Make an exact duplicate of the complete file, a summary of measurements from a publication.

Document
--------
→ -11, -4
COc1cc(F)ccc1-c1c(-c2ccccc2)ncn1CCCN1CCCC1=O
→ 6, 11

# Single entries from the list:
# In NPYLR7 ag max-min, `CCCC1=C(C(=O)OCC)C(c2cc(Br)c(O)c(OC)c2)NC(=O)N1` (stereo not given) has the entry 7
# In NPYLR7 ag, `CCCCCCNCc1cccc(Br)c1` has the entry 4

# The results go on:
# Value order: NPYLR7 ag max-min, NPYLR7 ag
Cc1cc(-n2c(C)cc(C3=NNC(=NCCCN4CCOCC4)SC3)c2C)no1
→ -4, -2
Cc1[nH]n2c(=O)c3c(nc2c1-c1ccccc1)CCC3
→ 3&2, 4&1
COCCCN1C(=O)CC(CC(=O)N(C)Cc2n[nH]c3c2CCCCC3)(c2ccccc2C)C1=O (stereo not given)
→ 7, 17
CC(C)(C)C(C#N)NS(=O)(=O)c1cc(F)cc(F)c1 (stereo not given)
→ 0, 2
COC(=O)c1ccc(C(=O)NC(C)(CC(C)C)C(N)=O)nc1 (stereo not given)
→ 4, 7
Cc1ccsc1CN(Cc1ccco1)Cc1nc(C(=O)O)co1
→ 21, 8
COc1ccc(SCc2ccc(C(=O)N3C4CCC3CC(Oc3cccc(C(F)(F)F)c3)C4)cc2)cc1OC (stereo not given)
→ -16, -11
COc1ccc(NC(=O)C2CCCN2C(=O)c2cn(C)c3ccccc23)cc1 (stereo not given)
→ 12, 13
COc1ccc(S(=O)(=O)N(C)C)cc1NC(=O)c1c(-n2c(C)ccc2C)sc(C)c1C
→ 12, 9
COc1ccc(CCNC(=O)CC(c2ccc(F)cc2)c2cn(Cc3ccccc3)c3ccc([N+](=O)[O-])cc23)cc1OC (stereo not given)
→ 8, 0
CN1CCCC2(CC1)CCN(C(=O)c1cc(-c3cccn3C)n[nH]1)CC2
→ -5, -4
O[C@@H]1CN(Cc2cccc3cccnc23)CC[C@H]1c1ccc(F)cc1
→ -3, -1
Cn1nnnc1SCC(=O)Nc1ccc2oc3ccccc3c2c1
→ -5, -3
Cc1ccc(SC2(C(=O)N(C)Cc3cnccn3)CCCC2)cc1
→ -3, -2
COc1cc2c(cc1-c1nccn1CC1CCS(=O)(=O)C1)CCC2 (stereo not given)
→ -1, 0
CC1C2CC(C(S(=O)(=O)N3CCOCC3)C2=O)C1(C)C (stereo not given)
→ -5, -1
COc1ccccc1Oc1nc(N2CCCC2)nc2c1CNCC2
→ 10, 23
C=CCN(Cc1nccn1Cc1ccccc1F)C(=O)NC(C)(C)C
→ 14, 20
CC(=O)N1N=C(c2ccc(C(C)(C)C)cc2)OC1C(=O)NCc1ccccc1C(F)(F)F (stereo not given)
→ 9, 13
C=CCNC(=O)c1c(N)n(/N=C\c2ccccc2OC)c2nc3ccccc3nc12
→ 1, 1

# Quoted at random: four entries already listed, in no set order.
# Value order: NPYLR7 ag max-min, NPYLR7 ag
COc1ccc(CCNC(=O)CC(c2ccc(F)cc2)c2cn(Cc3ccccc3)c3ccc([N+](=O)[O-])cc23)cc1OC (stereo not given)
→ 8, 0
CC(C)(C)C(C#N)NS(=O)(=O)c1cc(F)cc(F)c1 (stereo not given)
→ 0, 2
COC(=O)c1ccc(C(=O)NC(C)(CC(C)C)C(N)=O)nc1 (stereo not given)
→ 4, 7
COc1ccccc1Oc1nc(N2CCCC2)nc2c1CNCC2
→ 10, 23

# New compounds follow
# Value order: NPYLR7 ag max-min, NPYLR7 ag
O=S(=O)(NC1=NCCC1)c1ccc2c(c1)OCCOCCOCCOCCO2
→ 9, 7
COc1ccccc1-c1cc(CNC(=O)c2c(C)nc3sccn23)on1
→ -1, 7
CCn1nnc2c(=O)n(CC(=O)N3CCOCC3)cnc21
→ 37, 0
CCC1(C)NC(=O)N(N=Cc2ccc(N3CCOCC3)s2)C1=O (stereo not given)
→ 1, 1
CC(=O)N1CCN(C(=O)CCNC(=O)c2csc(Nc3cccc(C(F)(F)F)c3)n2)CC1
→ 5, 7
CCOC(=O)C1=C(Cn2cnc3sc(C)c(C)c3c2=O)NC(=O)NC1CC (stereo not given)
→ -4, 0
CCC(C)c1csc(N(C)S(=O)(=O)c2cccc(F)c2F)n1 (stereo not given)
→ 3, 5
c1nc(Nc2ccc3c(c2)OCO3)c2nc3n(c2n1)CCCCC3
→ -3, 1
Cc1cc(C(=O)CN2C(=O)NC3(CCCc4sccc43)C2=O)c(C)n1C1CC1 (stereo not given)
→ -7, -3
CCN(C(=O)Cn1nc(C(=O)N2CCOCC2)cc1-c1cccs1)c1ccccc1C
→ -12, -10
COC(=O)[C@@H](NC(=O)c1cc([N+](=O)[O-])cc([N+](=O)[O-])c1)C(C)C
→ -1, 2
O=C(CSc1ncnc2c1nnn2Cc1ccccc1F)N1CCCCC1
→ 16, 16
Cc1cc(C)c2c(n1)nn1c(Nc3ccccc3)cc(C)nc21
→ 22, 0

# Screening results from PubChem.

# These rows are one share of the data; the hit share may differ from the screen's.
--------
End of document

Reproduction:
→ -11, -4
COc1cc(F)ccc1-c1c(-c2ccccc2)ncn1CCCN1CCCC1=O
→ 6, 11

# Single entries from the list:
# In NPYLR7 ag max-min, `CCCC1=C(C(=O)OCC)C(c2cc(Br)c(O)c(OC)c2)NC(=O)N1` (stereo not given) has the entry 7
# In NPYLR7 ag, `CCCCCCNCc1cccc(Br)c1` has the entry 4

# The results go on:
# Value order: NPYLR7 ag max-min, NPYLR7 ag
Cc1cc(-n2c(C)cc(C3=NNC(=NCCCN4CCOCC4)SC3)c2C)no1
→ -4, -2
Cc1[nH]n2c(=O)c3c(nc2c1-c1ccccc1)CCC3
→ 3&2, 4&1
COCCCN1C(=O)CC(CC(=O)N(C)Cc2n[nH]c3c2CCCCC3)(c2ccccc2C)C1=O (stereo not given)
→ 7, 17
CC(C)(C)C(C#N)NS(=O)(=O)c1cc(F)cc(F)c1 (stereo not given)
→ 0, 2
COC(=O)c1ccc(C(=O)NC(C)(CC(C)C)C(N)=O)nc1 (stereo not given)
→ 4, 7
Cc1ccsc1CN(Cc1ccco1)Cc1nc(C(=O)O)co1
→ 21, 8
COc1ccc(SCc2ccc(C(=O)N3C4CCC3CC(Oc3cccc(C(F)(F)F)c3)C4)cc2)cc1OC (stereo not given)
→ -16, -11
COc1ccc(NC(=O)C2CCCN2C(=O)c2cn(C)c3ccccc23)cc1 (stereo not given)
→ 12, 13
COc1ccc(S(=O)(=O)N(C)C)cc1NC(=O)c1c(-n2c(C)ccc2C)sc(C)c1C
→ 12, 9
COc1ccc(CCNC(=O)CC(c2ccc(F)cc2)c2cn(Cc3ccccc3)c3ccc([N+](=O)[O-])cc23)cc1OC (stereo not given)
→ 8, 0
CN1CCCC2(CC1)CCN(C(=O)c1cc(-c3cccn3C)n[nH]1)CC2
→ -5, -4
O[C@@H]1CN(Cc2cccc3cccnc23)CC[C@H]1c1ccc(F)cc1
→ -3, -1
Cn1nnnc1SCC(=O)Nc1ccc2oc3ccccc3c2c1
→ -5, -3
Cc1ccc(SC2(C(=O)N(C)Cc3cnccn3)CCCC2)cc1
→ -3, -2
COc1cc2c(cc1-c1nccn1CC1CCS(=O)(=O)C1)CCC2 (stereo not given)
→ -1, 0
CC1C2CC(C(S(=O)(=O)N3CCOCC3)C2=O)C1(C)C (stereo not given)
→ -5, -1
COc1ccccc1Oc1nc(N2CCCC2)nc2c1CNCC2
→ 10, 23
C=CCN(Cc1nccn1Cc1ccccc1F)C(=O)NC(C)(C)C
→ 14, 20
CC(=O)N1N=C(c2ccc(C(C)(C)C)cc2)OC1C(=O)NCc1ccccc1C(F)(F)F (stereo not given)
→ 9, 13
C=CCNC(=O)c1c(N)n(/N=C\c2ccccc2OC)c2nc3ccccc3nc12
→ 1, 1

# Quoted at random: four entries already listed, in no set order.
# Value order: NPYLR7 ag max-min, NPYLR7 ag
COc1ccc(CCNC(=O)CC(c2ccc(F)cc2)c2cn(Cc3ccccc3)c3ccc([N+](=O)[O-])cc23)cc1OC (stereo not given)
→ 8, 0
CC(C)(C)C(C#N)NS(=O)(=O)c1cc(F)cc(F)c1 (stereo not given)
→ 0, 2
COC(=O)c1ccc(C(=O)NC(C)(CC(C)C)C(N)=O)nc1 (stereo not given)
→ 4, 7
COc1ccccc1Oc1nc(N2CCCC2)nc2c1CNCC2
→ 10, 23

# New compounds follow
# Value order: NPYLR7 ag max-min, NPYLR7 ag
O=S(=O)(NC1=NCCC1)c1ccc2c(c1)OCCOCCOCCOCCO2
→ 9, 7
COc1ccccc1-c1cc(CNC(=O)c2c(C)nc3sccn23)on1
→ -1, 7
CCn1nnc2c(=O)n(CC(=O)N3CCOCC3)cnc21
→ 37, 0
CCC1(C)NC(=O)N(N=Cc2ccc(N3CCOCC3)s2)C1=O (stereo not given)
→ 1, 1
CC(=O)N1CCN(C(=O)CCNC(=O)c2csc(Nc3cccc(C(F)(F)F)c3)n2)CC1
→ 5, 7
CCOC(=O)C1=C(Cn2cnc3sc(C)c(C)c3c2=O)NC(=O)NC1CC (stereo not given)
→ -4, 0
CCC(C)c1csc(N(C)S(=O)(=O)c2cccc(F)c2F)n1 (stereo not given)
→ 3, 5
c1nc(Nc2ccc3c(c2)OCO3)c2nc3n(c2n1)CCCCC3
→ -3, 1
Cc1cc(C(=O)CN2C(=O)NC3(CCCc4sccc43)C2=O)c(C)n1C1CC1 (stereo not given)
→ -7, -3
CCN(C(=O)Cn1nc(C(=O)N2CCOCC2)cc1-c1cccs1)c1ccccc1C
→ -12, -10
COC(=O)[C@@H](NC(=O)c1cc([N+](=O)[O-])cc([N+](=O)[O-])c1)C(C)C
→ -1, 2
O=C(CSc1ncnc2c1nnn2Cc1ccccc1F)N1CCCCC1
→ 16, 16
Cc1cc(C)c2c(n1)nn1c(Nc3ccccc3)cc(C)nc21
→ 22, 0

# Screening results from PubChem.

# These rows are one share of the data; the hit share may differ from the screen's.